CINCINNATI -- Monica Kohler needed something to wear after her Saturday morning workouts with her sisters, something she could throw on over her tights and wear to lunch, or to run errands.
“I kept saying to my sisters, I just want to make a tube in the size of a skirt,” she said, adding that one of her sisters replied, “Like a skube?”
And so was born the idea for Skube.me LLC, the Westwood woman’s business of making and selling those garments.
What’s a skube (rhymes with “tube”)? A tube-like skirt made from a stretchable, knit fabric that’s machine-washable and can be slipped on over yoga pants or other workout clothing. It’s reversible, with each side having a different, complementary pattern. And it can also be worn as a top, rather than as a skirt.
Where do people wear them? Just about anywhere, Kohler said. Originally, she conceived of wearing them before and after yoga classes. But customers tell her they wear them to work as pencil skirts, along with a jacket, silk blouse and heels.
Schoolteachers wear them to class, but don’t fold them over at the top, so that they extend to the knees. Travelers like them because they can be reversed and worn two days in a row. Sports fans wear them with jerseys at games.
“They’re super comfortable, the fabrics are really high quality and it’s really versatile,” said Mariemont resident Kristine McGilvary, who purchased one and “fell in love with them.”
How much do they cost? They retail for $64.95. Kohler has sold about 500 since she started working on the business full-time in January 2015. She’s also given away about 100 more to friends and family, so they can wear them and promote the product. Her customers range from 6 to 87 years old.
They include West Harrison resident Beth Lake, the first paying customer, who wears hers to her job as a schoolteacher. “(Monica) always chooses fabrics with several different colors, so it’s easy to mix and match and make several outfits,” she said. “And they don’t wrinkle if they’re rolled up and put in a suitcase.”
Where are they sold? Three local stores, all of them suggested by Kohler’s customers: House of Run N Tri, on Eastern Avenue in Columbia Tusculum; Cincinnati Sports Club on Red Bank Road; and Metallic Giraffe, on Anderson Ferry Road. She also sells them at markets such as Second Sunday on Main in Over-the-Rhine and has a booth at the Cincinnati Home & Garden Show through March 6.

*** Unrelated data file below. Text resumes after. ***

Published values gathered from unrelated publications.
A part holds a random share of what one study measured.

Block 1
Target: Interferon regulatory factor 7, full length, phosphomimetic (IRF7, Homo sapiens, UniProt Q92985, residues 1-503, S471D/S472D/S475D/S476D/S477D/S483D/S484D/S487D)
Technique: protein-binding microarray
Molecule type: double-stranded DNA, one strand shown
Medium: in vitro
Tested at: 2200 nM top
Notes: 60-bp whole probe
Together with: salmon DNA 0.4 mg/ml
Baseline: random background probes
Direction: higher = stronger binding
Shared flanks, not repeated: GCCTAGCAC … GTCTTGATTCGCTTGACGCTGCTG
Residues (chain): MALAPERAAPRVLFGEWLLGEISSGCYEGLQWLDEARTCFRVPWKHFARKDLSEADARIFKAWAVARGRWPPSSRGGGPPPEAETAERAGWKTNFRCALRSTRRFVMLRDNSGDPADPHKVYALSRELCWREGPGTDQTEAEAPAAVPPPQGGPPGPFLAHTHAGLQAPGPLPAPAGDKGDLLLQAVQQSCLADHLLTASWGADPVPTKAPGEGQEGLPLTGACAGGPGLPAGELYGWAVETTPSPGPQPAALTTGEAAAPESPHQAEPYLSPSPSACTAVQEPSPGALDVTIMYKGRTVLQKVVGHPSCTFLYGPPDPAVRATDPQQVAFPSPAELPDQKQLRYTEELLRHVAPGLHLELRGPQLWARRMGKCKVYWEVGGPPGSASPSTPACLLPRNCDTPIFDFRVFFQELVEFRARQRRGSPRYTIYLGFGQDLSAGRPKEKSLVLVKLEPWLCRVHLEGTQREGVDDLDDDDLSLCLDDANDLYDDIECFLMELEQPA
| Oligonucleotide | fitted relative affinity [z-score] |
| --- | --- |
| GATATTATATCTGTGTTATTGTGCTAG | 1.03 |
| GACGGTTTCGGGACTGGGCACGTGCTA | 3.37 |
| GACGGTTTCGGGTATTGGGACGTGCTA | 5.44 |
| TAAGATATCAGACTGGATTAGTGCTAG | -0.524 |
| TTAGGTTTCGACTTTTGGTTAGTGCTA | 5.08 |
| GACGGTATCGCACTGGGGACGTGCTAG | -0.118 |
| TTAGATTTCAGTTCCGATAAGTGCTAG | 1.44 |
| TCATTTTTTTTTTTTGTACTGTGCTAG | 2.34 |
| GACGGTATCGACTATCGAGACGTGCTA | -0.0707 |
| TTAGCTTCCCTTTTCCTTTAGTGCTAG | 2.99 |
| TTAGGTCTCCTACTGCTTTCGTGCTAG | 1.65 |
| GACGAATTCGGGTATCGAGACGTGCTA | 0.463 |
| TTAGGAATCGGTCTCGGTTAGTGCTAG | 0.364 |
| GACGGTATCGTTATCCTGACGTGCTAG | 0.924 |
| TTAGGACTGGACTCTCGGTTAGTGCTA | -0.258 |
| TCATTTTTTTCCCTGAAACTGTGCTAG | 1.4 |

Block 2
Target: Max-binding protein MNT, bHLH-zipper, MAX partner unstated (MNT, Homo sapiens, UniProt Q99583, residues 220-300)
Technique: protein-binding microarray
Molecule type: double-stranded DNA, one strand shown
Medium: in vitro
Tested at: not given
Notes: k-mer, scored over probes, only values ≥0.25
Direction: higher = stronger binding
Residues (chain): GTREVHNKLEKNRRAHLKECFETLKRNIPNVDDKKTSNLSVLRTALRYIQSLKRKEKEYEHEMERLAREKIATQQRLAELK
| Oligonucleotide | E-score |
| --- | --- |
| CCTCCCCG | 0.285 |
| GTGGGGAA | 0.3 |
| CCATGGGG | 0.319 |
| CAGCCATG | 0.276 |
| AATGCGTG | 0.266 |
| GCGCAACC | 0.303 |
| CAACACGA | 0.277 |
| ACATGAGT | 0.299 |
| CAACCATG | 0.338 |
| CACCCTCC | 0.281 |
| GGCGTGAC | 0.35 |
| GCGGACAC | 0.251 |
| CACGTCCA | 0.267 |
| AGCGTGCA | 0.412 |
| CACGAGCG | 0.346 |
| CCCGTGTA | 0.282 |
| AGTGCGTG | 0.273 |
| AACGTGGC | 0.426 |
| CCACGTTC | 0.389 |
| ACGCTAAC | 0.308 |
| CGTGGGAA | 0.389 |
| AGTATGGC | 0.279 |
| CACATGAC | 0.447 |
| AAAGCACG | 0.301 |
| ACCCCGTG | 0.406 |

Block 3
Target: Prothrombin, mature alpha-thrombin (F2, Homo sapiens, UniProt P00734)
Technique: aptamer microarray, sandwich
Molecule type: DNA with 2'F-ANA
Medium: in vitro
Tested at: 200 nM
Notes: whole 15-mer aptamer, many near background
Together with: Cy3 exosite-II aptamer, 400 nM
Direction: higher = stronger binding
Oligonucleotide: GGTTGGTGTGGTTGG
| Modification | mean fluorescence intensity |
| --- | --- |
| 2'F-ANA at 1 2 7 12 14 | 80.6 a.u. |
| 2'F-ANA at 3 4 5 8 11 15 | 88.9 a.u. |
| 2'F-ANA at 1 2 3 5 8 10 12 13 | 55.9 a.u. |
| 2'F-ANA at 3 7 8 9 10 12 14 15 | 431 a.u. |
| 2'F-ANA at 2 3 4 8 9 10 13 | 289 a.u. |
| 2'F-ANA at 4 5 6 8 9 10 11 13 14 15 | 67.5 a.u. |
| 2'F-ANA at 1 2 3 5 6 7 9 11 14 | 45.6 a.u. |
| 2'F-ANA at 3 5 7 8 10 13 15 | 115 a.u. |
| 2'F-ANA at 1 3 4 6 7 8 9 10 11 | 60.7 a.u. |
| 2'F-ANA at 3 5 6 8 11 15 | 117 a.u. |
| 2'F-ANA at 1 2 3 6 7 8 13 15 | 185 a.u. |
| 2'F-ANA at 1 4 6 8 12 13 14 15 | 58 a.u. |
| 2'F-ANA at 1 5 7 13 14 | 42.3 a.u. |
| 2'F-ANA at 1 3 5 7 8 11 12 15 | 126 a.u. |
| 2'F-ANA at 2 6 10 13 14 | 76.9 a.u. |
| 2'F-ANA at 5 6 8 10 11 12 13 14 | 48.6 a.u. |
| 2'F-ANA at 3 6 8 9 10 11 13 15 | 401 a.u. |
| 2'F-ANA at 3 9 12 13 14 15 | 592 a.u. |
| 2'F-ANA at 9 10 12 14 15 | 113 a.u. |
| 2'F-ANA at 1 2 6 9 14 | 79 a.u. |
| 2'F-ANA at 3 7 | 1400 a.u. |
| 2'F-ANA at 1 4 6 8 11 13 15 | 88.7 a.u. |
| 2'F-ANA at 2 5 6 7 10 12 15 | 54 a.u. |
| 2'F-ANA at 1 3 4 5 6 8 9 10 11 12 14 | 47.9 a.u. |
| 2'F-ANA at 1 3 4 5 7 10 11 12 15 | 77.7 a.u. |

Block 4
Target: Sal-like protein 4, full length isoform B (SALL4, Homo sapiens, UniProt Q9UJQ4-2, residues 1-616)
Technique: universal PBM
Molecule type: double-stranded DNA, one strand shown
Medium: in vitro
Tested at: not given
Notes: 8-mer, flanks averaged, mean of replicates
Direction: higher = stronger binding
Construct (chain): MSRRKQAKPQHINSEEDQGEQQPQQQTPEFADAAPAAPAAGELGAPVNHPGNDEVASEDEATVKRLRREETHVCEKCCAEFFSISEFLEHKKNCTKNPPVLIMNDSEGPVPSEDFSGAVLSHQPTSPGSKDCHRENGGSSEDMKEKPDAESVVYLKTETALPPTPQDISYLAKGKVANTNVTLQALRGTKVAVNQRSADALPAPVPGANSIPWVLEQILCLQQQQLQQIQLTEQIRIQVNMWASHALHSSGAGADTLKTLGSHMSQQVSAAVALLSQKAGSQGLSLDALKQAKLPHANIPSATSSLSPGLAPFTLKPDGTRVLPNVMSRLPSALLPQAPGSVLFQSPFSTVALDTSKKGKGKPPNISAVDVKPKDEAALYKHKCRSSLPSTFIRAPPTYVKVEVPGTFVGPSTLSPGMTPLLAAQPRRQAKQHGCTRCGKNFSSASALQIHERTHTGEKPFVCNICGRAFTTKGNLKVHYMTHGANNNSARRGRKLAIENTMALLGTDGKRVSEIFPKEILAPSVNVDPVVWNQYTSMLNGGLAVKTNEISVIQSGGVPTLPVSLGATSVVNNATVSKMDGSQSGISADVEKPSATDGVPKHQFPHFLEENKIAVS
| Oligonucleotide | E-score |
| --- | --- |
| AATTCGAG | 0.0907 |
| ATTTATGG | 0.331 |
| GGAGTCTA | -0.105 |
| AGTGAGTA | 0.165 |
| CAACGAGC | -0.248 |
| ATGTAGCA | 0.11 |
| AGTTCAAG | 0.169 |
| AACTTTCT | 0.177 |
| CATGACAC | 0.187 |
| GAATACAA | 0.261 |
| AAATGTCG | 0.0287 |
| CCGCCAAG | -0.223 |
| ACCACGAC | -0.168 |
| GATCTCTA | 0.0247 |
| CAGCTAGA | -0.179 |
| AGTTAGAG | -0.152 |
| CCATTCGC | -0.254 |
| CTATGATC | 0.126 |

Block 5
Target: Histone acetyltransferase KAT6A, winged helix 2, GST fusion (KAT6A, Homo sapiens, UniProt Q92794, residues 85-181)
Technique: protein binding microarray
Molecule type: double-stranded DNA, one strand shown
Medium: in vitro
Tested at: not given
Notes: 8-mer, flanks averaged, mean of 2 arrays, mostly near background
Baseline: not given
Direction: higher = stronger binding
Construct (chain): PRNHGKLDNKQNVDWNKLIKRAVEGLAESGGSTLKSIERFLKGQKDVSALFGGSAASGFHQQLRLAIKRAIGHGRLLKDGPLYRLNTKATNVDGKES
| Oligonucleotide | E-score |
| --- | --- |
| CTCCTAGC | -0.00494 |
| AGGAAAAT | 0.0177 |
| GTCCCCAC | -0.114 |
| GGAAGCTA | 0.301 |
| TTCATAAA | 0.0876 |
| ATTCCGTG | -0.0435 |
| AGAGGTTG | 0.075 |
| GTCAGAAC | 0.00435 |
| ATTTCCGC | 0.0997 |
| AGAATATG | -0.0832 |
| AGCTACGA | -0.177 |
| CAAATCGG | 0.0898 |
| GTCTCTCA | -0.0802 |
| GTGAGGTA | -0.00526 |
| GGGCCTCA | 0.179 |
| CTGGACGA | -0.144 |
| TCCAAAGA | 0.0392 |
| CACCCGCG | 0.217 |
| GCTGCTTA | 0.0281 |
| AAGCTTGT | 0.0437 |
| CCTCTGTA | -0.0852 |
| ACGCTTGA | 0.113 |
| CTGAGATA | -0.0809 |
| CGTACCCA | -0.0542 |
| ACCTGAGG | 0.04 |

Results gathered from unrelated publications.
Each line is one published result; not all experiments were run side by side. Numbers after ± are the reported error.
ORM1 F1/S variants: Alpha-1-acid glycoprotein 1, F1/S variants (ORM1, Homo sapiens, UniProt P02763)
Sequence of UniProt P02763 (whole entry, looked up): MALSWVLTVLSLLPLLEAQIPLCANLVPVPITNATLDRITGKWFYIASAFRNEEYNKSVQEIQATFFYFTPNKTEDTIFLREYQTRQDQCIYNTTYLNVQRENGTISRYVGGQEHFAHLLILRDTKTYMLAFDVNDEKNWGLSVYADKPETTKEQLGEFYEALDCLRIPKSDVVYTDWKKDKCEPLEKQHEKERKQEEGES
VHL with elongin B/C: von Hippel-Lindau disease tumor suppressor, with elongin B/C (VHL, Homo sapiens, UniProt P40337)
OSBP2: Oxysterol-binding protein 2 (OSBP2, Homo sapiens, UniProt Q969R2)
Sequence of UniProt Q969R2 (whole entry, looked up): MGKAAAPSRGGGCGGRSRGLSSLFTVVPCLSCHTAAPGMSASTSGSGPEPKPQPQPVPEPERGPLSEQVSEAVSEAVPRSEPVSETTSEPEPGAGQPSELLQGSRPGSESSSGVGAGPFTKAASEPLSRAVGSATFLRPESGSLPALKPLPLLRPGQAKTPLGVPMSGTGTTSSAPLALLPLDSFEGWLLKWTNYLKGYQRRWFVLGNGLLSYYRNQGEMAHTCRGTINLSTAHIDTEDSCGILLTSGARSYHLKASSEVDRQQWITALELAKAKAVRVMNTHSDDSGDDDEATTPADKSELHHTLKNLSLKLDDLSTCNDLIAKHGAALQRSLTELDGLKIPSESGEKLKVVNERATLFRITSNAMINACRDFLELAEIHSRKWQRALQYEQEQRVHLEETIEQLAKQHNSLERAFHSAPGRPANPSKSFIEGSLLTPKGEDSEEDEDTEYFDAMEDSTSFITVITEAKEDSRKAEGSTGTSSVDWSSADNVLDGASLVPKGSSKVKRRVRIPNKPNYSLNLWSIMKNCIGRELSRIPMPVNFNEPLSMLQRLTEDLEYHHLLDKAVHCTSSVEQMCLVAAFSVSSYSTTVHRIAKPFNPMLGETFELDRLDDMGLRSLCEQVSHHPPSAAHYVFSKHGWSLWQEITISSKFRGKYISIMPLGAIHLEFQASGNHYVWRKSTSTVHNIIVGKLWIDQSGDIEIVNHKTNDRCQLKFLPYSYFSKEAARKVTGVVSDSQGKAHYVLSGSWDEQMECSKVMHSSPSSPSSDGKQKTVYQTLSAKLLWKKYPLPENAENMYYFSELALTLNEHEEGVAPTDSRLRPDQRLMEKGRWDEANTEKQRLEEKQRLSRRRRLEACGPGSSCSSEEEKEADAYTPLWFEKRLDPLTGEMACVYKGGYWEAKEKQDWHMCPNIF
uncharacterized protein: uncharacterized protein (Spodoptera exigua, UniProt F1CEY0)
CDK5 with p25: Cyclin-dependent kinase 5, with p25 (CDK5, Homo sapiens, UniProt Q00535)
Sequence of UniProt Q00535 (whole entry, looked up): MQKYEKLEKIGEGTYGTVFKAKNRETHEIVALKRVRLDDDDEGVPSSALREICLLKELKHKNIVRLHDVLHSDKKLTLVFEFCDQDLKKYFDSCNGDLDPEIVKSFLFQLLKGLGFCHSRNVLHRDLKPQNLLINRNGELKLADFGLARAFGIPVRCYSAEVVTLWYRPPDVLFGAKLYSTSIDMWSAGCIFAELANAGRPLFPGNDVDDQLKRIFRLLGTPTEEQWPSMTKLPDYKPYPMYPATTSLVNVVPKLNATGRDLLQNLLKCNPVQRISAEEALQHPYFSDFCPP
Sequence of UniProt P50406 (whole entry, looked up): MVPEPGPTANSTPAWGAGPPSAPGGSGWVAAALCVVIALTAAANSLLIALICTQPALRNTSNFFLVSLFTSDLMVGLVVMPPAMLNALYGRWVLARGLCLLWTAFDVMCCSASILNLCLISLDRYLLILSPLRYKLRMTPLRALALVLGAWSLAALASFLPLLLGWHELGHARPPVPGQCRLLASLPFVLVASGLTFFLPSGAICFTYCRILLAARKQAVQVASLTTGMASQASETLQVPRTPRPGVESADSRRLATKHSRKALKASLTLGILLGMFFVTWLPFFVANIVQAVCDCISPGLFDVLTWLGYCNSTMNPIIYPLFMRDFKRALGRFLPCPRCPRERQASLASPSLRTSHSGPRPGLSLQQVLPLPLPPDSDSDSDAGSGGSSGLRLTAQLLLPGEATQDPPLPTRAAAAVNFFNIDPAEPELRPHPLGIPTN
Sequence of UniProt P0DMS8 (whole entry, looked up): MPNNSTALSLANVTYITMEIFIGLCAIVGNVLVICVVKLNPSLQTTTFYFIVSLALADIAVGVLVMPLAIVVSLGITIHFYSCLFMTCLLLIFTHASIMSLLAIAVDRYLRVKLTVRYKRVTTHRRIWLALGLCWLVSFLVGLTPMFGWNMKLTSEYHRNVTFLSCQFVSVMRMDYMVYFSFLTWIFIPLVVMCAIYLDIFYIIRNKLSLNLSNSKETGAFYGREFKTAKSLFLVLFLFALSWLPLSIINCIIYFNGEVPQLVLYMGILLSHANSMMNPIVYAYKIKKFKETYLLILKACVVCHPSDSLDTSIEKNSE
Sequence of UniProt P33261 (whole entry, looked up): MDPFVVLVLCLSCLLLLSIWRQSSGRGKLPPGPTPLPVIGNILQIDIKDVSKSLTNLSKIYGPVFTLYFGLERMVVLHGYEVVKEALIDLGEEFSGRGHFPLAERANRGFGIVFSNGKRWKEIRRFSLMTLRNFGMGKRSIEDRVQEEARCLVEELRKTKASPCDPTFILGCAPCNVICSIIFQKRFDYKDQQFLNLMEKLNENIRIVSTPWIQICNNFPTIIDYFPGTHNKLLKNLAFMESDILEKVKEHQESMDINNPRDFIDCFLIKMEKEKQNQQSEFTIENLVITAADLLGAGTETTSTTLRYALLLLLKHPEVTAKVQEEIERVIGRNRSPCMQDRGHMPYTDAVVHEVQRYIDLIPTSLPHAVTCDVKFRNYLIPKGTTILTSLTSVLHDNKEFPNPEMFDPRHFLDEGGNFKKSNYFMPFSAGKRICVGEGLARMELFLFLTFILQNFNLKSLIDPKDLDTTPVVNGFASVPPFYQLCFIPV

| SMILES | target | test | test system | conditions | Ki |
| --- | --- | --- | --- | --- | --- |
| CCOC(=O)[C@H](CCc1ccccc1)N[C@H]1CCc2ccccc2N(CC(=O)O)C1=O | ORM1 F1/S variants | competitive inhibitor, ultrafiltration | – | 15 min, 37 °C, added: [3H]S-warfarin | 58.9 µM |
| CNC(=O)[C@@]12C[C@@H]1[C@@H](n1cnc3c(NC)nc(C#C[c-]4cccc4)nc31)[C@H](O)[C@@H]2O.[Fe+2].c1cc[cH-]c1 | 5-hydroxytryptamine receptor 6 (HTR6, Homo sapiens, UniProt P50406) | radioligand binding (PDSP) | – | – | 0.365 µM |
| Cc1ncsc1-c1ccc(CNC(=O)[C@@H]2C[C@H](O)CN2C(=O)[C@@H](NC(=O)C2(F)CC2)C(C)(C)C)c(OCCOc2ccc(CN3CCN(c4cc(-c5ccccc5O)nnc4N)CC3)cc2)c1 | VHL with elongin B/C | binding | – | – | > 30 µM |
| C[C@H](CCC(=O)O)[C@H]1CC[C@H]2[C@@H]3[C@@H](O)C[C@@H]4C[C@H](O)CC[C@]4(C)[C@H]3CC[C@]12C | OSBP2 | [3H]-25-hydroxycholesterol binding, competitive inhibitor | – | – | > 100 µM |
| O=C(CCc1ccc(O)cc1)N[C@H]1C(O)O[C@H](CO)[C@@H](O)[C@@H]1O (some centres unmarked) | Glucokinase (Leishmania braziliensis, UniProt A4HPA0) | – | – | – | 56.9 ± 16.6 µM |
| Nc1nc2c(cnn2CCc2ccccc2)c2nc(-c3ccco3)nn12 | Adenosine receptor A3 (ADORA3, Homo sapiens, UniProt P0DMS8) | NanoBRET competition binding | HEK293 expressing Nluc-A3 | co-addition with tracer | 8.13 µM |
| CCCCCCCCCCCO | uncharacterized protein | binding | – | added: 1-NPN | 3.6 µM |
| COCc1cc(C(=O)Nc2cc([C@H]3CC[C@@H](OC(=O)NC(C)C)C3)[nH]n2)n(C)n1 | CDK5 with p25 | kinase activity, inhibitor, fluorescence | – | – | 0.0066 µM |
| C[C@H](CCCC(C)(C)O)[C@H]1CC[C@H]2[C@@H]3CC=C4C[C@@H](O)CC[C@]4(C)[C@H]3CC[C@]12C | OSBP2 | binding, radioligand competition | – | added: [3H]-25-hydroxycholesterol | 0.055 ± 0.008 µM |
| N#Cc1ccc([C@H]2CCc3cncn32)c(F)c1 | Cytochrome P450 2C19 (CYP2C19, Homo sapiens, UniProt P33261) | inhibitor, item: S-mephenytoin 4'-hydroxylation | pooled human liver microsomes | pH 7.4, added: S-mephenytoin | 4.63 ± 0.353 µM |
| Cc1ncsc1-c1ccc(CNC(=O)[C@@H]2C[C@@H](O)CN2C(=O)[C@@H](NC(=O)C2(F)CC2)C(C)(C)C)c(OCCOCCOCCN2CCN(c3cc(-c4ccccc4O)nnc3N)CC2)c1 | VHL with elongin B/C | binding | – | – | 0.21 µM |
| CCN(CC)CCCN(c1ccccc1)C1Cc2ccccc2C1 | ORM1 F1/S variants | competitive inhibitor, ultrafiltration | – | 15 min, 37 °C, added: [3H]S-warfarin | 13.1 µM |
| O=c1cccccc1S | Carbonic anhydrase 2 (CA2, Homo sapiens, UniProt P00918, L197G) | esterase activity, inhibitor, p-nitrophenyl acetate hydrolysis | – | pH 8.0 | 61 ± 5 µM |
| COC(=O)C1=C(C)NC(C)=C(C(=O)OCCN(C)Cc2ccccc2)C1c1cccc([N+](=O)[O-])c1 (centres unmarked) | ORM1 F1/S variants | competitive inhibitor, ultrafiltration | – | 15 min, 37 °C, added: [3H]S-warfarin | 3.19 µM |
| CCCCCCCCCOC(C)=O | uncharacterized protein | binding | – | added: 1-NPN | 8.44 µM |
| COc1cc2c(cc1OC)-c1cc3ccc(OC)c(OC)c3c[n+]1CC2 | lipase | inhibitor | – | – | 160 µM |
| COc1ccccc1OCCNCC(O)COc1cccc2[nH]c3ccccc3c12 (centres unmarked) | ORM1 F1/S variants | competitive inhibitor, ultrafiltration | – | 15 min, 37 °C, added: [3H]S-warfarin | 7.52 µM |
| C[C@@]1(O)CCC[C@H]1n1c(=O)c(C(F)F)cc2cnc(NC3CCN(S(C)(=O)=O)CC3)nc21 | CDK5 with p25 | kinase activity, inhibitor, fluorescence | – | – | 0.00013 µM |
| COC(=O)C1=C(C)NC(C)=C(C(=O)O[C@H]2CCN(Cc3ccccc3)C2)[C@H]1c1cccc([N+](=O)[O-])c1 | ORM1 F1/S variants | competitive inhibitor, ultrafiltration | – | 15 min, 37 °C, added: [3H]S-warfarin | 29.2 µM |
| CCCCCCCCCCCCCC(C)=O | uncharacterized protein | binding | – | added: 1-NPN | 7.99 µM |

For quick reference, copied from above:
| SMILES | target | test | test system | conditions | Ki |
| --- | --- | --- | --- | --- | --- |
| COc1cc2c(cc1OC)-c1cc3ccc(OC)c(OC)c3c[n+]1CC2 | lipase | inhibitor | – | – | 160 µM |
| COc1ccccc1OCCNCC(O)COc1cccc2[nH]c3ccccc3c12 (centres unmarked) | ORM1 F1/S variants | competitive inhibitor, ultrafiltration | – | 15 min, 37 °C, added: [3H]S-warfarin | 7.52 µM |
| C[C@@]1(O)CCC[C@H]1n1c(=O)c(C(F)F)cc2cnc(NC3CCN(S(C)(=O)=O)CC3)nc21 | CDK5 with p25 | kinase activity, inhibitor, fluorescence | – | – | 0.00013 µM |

Who makes them? Kohler, whose mother taught her to sew, originally made them all herself, but now she has a local seamstress, Karen Williams, put them together. Kohler picks out and buys the material from Fabric Row Shopping Center in Philadelphia, which she says is the “mother lode” of textiles.
How much has she invested? About $18,000. That includes the cost of creating the website www.skube.me, legal advice, materials, fees for shows/markets and a van to carry her wares on the road.
Has she ever owned a business? Not until now. The 59-year-old University of Cincinnati College of Nursing graduate has spent most of her professional life as a nurse practitioner.
What’s next for the business? No. 1, to enable customers to buy skubes directly from the website, which is now informational only. No. 2, to get skubes into more retail stores, including stores in other cities. No. 3, to create a line of skubes for children, a frequent request from customers.
What’s been the greatest challenge? Creating awareness of the product. It’s not something that’s immediately appreciated when seen on a hanger, she said. It’s easier to get when it can be worn, touched and felt. It’s been both fun and scary to have created something people want to buy, she said.
“I get so excited,” she said. “I can see this working in so many different arenas and locations. I want skubes to be everywhere.”